Monday, July 28, 2008

After Tupac & D Foster by Jacqueline Woodson

The more I read, the more I liked the characters in After Tupac & D Foster by Jacqueline Woodson. Responsible parents, loving and accepting families, kids with dreams, a neighborhood with people who watch out for one another, and friends to the end. Great stuff.

Whether it’s a big family or an only child and a single mother, the parents in the story recognize the importance of parenting. The narrator is an only child living with her single mother. Her best friend Neeka lives across the street with her parents, two older brothers, two younger brothers, and toddling twin sisters. Neither girl is allowed off the block, even though they’re twelve, and they complain that their moms are always watching. (Isn’t that a sure sign a parent is parenting?) Their friend D, whose mom has left, lives with a foster mother. The narrator and Neeka envy D’s freedom, but D envies their families.

Neeka’s oldest brother Tash was arrested and imprisoned for “doing something stupid.” The family recognizes what he did, knows the truth, and loves him anyway. Tash is openly gay, a fact accepted by the family even if his flamboyance isn’t always appreciated by his mom. When the family visits Tash in jail, Jayjones, second son and aspiring NBA player, “just kept looking at Tash and grinning, like he couldn’t believe he was getting to be right across from his big brother.” Two brothers couldn’t be more different, yet their relationship as brothers supersedes all differences. Rock solid relationships despite differences and difficulty. That’s family.

The narrator and Neeka dream of “roaming” like their friend D, while D dreams of her real mother, not a foster mother, and of finding her Big Purpose. Jayjones works toward his dream of playing in the NBA and taking care of his family. Tash hopes his experiences will help steer his siblings in the right direction – away from the law and the stupidity that attracts trouble.

Their neighborhood has front steps, men playing dominoes, moms watching out the window and seeing when their kids come and go, little girls who watch the older girls jump double-dutch and soon become the older girls themselves, and neighbors who know you by name. I’ll admit it: I like my neighborhood. I like my yard and being set back from the road and the air that, when the wind is right, brings the fresh smell of cut hay or the dairy farms just outside town. But there’s an attractive quality to the community built through a neighborhood’s physical closeness.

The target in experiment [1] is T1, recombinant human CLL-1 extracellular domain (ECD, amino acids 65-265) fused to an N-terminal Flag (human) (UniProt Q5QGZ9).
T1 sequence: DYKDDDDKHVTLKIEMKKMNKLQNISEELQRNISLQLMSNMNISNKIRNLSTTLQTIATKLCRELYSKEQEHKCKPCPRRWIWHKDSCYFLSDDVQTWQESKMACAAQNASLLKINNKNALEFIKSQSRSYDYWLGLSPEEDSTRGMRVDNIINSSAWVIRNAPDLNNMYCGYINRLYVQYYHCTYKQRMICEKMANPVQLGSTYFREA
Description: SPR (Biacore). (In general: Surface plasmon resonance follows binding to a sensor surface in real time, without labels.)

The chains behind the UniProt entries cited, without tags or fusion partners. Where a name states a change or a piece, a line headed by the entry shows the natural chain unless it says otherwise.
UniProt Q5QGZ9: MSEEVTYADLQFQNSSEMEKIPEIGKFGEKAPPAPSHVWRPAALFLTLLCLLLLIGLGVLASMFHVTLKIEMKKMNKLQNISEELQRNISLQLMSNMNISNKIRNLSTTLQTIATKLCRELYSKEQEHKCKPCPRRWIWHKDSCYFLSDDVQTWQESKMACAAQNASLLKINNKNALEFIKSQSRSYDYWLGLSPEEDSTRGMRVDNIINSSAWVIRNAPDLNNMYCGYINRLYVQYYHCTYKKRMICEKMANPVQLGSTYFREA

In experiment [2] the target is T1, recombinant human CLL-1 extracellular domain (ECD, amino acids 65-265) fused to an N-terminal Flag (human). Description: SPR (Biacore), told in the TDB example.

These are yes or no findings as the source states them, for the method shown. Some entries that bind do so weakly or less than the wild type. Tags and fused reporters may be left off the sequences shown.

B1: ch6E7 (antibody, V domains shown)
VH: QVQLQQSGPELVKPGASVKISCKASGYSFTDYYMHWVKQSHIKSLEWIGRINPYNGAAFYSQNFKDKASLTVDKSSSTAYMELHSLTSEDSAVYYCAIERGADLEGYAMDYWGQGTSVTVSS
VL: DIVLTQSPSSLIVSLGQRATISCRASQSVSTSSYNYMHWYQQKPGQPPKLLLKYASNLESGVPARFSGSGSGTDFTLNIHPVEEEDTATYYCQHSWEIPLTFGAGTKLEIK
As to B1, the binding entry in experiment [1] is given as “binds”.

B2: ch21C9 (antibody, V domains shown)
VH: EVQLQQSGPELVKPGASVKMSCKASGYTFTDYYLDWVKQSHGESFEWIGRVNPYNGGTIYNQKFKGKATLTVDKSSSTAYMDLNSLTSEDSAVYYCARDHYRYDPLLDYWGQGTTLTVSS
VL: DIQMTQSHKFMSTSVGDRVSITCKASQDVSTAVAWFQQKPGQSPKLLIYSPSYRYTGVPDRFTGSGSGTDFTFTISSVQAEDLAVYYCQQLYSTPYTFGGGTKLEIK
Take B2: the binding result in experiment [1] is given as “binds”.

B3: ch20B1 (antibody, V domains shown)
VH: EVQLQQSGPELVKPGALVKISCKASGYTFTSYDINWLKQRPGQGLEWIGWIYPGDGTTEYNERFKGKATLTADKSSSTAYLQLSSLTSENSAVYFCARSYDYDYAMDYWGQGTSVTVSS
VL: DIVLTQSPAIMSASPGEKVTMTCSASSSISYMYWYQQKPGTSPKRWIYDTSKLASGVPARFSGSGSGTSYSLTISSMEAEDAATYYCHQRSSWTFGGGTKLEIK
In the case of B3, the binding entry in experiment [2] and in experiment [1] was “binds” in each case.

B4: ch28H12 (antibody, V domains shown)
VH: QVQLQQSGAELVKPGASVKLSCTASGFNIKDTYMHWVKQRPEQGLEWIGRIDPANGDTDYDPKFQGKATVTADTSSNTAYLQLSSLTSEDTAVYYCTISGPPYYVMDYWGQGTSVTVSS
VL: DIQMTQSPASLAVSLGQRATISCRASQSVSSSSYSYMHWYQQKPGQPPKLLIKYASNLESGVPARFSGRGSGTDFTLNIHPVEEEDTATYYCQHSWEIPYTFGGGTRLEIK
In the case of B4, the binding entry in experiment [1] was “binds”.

The narrator, Neeka, and new friend D spend two years together. D just shows up one day, watching them from across the street. They talk briefly, and the next time D arrives she brings her double-dutch rope. Woodson ties the timeline of their friendship to that of Tupac Shakur’s life – D arrived just before Tupac was shot the first time and left the summer before he died – and marvelously shows how people can see life through art, in this case Tupac’s lyrics and videos. Only real friends, knowing it’s not true, can still feel “like we’d grown up and grown old and lived a hundred lives in those few years that we knew [D].” Three girls. Three the Hard Way.

Can you tell I liked it? Are you sure? I want you to be sure since…here it comes…I’m not recommending it. Not because it’s not a good book. It is. But I’m recommending a specific type of book here, and this one doesn’t fit. After Tupac & D Foster deserves a place on library shelves and in classroom discussions and in the hands of the right readers, and I certainly hope it reaches those destinations.

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